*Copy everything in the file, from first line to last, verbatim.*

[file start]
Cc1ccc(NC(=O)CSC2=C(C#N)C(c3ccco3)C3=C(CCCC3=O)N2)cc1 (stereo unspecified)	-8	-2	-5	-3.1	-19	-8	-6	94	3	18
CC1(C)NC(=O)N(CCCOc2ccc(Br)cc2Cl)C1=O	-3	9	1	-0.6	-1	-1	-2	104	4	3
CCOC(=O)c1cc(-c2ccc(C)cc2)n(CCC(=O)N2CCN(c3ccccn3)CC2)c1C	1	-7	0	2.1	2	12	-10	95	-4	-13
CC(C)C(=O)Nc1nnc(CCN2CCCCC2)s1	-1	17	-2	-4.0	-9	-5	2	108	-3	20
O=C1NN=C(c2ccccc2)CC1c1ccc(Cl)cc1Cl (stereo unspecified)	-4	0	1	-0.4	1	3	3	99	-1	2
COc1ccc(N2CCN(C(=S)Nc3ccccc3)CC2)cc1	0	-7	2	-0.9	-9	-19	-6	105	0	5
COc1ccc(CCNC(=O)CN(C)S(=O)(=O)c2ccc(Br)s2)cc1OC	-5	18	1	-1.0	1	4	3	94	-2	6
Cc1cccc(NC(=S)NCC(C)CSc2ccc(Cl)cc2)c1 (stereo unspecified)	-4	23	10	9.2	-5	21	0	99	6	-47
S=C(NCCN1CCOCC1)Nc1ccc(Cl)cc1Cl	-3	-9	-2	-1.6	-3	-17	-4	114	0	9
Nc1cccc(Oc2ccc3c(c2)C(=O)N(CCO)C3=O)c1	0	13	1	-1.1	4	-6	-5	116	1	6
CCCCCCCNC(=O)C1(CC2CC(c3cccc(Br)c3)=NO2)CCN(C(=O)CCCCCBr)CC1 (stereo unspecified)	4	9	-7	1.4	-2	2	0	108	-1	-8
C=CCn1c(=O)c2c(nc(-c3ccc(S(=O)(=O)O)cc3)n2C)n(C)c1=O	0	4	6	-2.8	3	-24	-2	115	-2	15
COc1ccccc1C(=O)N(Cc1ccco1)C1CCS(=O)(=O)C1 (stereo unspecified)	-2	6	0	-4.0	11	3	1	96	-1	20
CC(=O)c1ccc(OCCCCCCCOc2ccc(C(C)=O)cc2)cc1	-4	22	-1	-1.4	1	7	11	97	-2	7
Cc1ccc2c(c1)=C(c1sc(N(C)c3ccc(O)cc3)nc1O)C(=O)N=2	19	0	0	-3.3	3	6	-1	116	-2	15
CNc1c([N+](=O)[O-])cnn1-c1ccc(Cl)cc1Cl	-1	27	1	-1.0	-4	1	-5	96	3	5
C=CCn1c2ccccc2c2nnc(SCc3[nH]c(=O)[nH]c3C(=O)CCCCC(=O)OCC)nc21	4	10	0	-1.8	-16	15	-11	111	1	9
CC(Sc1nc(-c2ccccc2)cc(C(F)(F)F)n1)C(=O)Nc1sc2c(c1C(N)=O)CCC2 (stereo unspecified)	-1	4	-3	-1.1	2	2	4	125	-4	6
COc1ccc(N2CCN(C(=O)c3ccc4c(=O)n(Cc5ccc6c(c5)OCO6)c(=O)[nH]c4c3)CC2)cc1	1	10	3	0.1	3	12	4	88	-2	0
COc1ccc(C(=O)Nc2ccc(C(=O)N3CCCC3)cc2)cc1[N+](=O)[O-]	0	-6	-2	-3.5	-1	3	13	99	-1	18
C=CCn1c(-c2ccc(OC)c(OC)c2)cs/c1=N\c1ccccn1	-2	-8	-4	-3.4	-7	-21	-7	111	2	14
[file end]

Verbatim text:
Cc1ccc(NC(=O)CSC2=C(C#N)C(c3ccco3)C3=C(CCCC3=O)N2)cc1 (stereo unspecified)	-8	-2	-5	-3.1	-19	-8	-6	94	3	18
CC1(C)NC(=O)N(CCCOc2ccc(Br)cc2Cl)C1=O	-3	9	1	-0.6	-1	-1	-2	104	4	3
CCOC(=O)c1cc(-c2ccc(C)cc2)n(CCC(=O)N2CCN(c3ccccn3)CC2)c1C	1	-7	0	2.1	2	12	-10	95	-4	-13
CC(C)C(=O)Nc1nnc(CCN2CCCCC2)s1	-1	17	-2	-4.0	-9	-5	2	108	-3	20
O=C1NN=C(c2ccccc2)CC1c1ccc(Cl)cc1Cl (stereo unspecified)	-4	0	1	-0.4	1	3	3	99	-1	2
COc1ccc(N2CCN(C(=S)Nc3ccccc3)CC2)cc1	0	-7	2	-0.9	-9	-19	-6	105	0	5
COc1ccc(CCNC(=O)CN(C)S(=O)(=O)c2ccc(Br)s2)cc1OC	-5	18	1	-1.0	1	4	3	94	-2	6
Cc1cccc(NC(=S)NCC(C)CSc2ccc(Cl)cc2)c1 (stereo unspecified)	-4	23	10	9.2	-5	21	0	99	6	-47
S=C(NCCN1CCOCC1)Nc1ccc(Cl)cc1Cl	-3	-9	-2	-1.6	-3	-17	-4	114	0	9
Nc1cccc(Oc2ccc3c(c2)C(=O)N(CCO)C3=O)c1	0	13	1	-1.1	4	-6	-5	116	1	6
CCCCCCCNC(=O)C1(CC2CC(c3cccc(Br)c3)=NO2)CCN(C(=O)CCCCCBr)CC1 (stereo unspecified)	4	9	-7	1.4	-2	2	0	108	-1	-8
C=CCn1c(=O)c2c(nc(-c3ccc(S(=O)(=O)O)cc3)n2C)n(C)c1=O	0	4	6	-2.8	3	-24	-2	115	-2	15
COc1ccccc1C(=O)N(Cc1ccco1)C1CCS(=O)(=O)C1 (stereo unspecified)	-2	6	0	-4.0	11	3	1	96	-1	20
CC(=O)c1ccc(OCCCCCCCOc2ccc(C(C)=O)cc2)cc1	-4	22	-1	-1.4	1	7	11	97	-2	7
Cc1ccc2c(c1)=C(c1sc(N(C)c3ccc(O)cc3)nc1O)C(=O)N=2	19	0	0	-3.3	3	6	-1	116	-2	15
CNc1c([N+](=O)[O-])cnn1-c1ccc(Cl)cc1Cl	-1	27	1	-1.0	-4	1	-5	96	3	5
C=CCn1c2ccccc2c2nnc(SCc3[nH]c(=O)[nH]c3C(=O)CCCCC(=O)OCC)nc21	4	10	0	-1.8	-16	15	-11	111	1	9
CC(Sc1nc(-c2ccccc2)cc(C(F)(F)F)n1)C(=O)Nc1sc2c(c1C(N)=O)CCC2 (stereo unspecified)	-1	4	-3	-1.1	2	2	4	125	-4	6
COc1ccc(N2CCN(C(=O)c3ccc4c(=O)n(Cc5ccc6c(c5)OCO6)c(=O)[nH]c4c3)CC2)cc1	1	10	3	0.1	3	12	4	88	-2	0
COc1ccc(C(=O)Nc2ccc(C(=O)N3CCCC3)cc2)cc1[N+](=O)[O-]	0	-6	-2	-3.5	-1	3	13	99	-1	18
C=CCn1c(-c2ccc(OC)c(OC)c2)cs/c1=N\c1ccccn1	-2	-8	-4	-3.4	-7	-21	-7	111	2	14